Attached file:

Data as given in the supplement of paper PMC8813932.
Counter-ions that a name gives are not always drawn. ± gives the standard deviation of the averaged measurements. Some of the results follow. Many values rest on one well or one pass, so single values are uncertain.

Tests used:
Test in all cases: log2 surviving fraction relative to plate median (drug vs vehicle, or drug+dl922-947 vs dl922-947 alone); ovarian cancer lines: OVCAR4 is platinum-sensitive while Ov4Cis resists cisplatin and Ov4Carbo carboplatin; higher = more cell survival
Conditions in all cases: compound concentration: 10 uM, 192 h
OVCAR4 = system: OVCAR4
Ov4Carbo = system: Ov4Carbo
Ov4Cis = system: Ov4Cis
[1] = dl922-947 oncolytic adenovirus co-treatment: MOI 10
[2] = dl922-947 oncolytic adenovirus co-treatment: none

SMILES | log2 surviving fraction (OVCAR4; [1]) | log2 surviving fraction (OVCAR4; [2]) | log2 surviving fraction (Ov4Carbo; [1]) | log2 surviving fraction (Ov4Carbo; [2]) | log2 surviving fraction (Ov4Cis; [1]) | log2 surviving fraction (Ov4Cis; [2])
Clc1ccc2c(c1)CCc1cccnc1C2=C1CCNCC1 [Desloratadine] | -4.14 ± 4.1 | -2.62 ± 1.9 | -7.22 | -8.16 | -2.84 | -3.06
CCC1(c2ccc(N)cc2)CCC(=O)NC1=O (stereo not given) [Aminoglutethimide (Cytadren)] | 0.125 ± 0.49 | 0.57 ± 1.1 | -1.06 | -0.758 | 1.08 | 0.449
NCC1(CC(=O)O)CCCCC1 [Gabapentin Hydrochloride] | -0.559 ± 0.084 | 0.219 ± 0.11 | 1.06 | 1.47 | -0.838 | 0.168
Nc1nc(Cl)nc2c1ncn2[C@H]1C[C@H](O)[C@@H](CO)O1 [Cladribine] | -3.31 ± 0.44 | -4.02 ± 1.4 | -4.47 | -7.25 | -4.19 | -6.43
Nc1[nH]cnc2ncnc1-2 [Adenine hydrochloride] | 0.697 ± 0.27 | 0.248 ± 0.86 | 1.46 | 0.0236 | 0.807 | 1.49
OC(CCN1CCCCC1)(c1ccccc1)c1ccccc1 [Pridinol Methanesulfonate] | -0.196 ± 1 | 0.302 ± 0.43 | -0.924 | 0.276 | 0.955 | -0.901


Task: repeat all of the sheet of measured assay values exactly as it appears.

Data as given in the supplement of paper PMC8813932.
Counter-ions that a name gives are not always drawn. ± gives the standard deviation of the averaged measurements. Some of the results follow. Many values rest on one well or one pass, so single values are uncertain.

Tests used:
Test in all cases: log2 surviving fraction relative to plate median (drug vs vehicle, or drug+dl922-947 vs dl922-947 alone); ovarian cancer lines: OVCAR4 is platinum-sensitive while Ov4Cis resists cisplatin and Ov4Carbo carboplatin; higher = more cell survival
Conditions in all cases: compound concentration: 10 uM, 192 h
OVCAR4 = system: OVCAR4
Ov4Carbo = system: Ov4Carbo
Ov4Cis = system: Ov4Cis
[1] = dl922-947 oncolytic adenovirus co-treatment: MOI 10
[2] = dl922-947 oncolytic adenovirus co-treatment: none

SMILES | log2 surviving fraction (OVCAR4; [1]) | log2 surviving fraction (OVCAR4; [2]) | log2 surviving fraction (Ov4Carbo; [1]) | log2 surviving fraction (Ov4Carbo; [2]) | log2 surviving fraction (Ov4Cis; [1]) | log2 surviving fraction (Ov4Cis; [2])
Clc1ccc2c(c1)CCc1cccnc1C2=C1CCNCC1 [Desloratadine] | -4.14 ± 4.1 | -2.62 ± 1.9 | -7.22 | -8.16 | -2.84 | -3.06
CCC1(c2ccc(N)cc2)CCC(=O)NC1=O (stereo not given) [Aminoglutethimide (Cytadren)] | 0.125 ± 0.49 | 0.57 ± 1.1 | -1.06 | -0.758 | 1.08 | 0.449
NCC1(CC(=O)O)CCCCC1 [Gabapentin Hydrochloride] | -0.559 ± 0.084 | 0.219 ± 0.11 | 1.06 | 1.47 | -0.838 | 0.168
Nc1nc(Cl)nc2c1ncn2[C@H]1C[C@H](O)[C@@H](CO)O1 [Cladribine] | -3.31 ± 0.44 | -4.02 ± 1.4 | -4.47 | -7.25 | -4.19 | -6.43
Nc1[nH]cnc2ncnc1-2 [Adenine hydrochloride] | 0.697 ± 0.27 | 0.248 ± 0.86 | 1.46 | 0.0236 | 0.807 | 1.49
OC(CCN1CCCCC1)(c1ccccc1)c1ccccc1 [Pridinol Methanesulfonate] | -0.196 ± 1 | 0.302 ± 0.43 | -0.924 | 0.276 | 0.955 | -0.901